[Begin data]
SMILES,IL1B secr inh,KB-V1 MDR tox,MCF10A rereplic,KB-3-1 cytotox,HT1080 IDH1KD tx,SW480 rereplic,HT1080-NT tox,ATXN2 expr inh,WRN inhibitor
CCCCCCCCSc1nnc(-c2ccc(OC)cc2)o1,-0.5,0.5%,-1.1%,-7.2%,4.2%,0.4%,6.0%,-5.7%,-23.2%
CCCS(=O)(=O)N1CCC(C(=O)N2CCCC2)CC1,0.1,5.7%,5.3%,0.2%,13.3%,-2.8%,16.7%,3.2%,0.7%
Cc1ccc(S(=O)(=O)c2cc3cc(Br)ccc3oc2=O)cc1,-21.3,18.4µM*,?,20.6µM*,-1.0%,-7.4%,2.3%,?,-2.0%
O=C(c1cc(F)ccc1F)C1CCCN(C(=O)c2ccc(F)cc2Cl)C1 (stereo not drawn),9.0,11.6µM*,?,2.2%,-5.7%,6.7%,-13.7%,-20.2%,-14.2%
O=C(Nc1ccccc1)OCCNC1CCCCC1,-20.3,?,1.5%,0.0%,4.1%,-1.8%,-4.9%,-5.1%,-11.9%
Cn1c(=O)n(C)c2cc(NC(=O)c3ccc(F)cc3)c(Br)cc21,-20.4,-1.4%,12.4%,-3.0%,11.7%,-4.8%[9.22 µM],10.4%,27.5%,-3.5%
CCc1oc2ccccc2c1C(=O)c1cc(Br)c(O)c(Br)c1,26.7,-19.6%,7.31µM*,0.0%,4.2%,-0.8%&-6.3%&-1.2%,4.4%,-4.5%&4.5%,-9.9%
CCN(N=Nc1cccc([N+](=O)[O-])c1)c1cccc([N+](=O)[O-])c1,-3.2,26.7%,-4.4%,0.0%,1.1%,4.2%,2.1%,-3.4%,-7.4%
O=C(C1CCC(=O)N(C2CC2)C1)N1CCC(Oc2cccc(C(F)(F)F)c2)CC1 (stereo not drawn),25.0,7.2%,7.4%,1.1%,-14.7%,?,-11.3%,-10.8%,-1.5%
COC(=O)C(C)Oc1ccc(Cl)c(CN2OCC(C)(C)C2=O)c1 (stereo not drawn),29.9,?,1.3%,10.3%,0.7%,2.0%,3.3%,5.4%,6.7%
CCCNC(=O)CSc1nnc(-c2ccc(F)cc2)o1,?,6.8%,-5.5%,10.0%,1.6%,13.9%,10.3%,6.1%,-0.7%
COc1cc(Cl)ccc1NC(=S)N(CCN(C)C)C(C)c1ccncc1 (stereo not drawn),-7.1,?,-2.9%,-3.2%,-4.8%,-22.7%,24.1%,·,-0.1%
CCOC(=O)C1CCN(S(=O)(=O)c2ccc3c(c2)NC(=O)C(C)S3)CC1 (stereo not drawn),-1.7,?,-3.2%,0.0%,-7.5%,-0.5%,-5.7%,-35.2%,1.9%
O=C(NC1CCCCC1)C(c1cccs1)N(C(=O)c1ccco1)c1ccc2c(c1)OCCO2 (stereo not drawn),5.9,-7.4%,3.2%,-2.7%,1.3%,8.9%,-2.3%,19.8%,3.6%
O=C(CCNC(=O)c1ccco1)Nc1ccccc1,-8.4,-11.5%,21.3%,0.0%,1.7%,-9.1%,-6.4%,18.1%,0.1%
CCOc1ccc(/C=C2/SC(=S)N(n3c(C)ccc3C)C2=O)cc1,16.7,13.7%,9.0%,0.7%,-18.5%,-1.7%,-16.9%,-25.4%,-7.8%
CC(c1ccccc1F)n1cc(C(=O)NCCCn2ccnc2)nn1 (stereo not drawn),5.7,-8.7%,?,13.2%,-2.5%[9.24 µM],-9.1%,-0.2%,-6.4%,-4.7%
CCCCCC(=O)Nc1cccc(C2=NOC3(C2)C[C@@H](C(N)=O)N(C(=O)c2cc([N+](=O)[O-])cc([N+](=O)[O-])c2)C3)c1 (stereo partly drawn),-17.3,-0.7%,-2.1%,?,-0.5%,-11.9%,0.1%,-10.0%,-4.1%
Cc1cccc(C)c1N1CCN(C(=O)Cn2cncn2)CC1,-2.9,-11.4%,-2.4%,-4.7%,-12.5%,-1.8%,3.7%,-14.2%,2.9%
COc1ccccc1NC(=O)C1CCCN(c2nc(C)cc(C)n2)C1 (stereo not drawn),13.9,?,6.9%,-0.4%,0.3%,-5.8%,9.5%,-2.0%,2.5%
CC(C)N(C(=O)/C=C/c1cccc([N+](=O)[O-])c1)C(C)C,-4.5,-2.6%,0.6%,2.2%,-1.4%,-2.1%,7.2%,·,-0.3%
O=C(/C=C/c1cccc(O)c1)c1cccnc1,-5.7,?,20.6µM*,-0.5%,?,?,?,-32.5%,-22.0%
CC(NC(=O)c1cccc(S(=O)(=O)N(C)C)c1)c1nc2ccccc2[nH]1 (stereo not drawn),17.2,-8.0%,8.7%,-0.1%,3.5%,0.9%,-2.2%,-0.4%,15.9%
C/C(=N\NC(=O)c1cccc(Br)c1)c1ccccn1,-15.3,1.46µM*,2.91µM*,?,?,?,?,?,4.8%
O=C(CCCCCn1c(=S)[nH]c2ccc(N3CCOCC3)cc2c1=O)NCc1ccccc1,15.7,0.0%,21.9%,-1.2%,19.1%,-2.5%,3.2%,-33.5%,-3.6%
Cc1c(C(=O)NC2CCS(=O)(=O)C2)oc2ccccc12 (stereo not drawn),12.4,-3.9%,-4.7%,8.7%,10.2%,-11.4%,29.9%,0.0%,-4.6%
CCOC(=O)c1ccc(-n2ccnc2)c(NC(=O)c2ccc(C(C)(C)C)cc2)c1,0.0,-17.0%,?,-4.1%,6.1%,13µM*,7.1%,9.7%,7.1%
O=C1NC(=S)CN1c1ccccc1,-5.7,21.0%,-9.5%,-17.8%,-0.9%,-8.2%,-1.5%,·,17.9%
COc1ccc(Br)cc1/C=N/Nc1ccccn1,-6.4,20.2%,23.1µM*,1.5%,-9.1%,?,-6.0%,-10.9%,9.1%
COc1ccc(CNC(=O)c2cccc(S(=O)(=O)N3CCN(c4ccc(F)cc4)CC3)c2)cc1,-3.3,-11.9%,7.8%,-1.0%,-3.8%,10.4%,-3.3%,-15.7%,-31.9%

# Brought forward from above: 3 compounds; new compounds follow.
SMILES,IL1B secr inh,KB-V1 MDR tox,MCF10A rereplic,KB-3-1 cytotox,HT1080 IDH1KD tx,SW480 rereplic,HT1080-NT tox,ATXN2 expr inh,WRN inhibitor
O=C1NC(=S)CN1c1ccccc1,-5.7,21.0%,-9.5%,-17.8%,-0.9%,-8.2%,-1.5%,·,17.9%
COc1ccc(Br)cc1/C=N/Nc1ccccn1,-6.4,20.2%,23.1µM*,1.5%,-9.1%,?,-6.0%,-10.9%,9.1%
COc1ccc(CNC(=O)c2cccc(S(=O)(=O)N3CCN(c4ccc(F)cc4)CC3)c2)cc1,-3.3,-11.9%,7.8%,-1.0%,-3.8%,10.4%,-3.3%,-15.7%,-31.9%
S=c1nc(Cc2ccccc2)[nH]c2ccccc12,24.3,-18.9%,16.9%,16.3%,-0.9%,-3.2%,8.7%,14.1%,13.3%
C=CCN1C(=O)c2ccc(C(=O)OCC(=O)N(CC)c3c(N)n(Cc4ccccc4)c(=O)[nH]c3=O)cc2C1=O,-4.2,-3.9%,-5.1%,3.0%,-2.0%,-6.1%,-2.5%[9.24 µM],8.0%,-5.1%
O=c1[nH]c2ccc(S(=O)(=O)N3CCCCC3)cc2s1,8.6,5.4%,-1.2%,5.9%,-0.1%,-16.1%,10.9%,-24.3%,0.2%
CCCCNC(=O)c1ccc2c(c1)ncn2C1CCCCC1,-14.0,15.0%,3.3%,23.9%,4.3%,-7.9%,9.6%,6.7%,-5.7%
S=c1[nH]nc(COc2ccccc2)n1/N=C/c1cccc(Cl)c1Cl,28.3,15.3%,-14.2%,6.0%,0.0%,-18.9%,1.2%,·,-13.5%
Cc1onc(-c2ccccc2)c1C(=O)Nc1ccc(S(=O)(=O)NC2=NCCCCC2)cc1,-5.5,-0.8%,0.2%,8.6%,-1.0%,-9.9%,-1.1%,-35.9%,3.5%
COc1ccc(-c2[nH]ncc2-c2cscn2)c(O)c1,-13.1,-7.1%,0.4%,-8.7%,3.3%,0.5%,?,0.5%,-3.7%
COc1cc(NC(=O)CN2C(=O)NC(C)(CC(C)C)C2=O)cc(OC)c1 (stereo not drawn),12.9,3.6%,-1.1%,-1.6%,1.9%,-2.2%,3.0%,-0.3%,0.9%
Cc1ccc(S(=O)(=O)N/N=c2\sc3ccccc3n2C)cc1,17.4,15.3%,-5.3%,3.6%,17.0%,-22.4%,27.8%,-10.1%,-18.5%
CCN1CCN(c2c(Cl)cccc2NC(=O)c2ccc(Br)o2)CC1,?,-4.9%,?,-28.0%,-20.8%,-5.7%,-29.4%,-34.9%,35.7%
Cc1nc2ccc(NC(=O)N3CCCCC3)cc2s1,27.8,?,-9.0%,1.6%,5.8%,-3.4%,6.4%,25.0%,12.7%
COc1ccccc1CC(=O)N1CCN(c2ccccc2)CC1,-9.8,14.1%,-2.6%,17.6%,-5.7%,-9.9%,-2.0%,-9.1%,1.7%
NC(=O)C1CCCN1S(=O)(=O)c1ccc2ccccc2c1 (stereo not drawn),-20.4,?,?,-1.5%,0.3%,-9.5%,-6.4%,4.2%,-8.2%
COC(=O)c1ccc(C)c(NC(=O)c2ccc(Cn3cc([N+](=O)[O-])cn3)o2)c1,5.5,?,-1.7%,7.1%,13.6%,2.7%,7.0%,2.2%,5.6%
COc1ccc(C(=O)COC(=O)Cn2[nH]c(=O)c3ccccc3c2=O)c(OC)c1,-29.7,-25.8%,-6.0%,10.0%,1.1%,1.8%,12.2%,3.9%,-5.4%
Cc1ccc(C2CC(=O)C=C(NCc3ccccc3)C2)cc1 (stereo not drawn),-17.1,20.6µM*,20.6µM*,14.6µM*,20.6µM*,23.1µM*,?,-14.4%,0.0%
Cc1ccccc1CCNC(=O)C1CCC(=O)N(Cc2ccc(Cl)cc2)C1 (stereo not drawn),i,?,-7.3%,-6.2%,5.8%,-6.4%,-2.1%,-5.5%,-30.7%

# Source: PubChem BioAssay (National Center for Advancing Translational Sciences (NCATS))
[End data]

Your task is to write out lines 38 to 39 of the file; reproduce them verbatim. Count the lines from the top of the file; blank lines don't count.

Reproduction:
C=CCN1C(=O)c2ccc(C(=O)OCC(=O)N(CC)c3c(N)n(Cc4ccccc4)c(=O)[nH]c3=O)cc2C1=O,-4.2,-3.9%,-5.1%,3.0%,-2.0%,-6.1%,-2.5%[9.24 µM],8.0%,-5.1%
O=c1[nH]c2ccc(S(=O)(=O)N3CCCCC3)cc2s1,8.6,5.4%,-1.2%,5.9%,-0.1%,-16.1%,10.9%,-24.3%,0.2%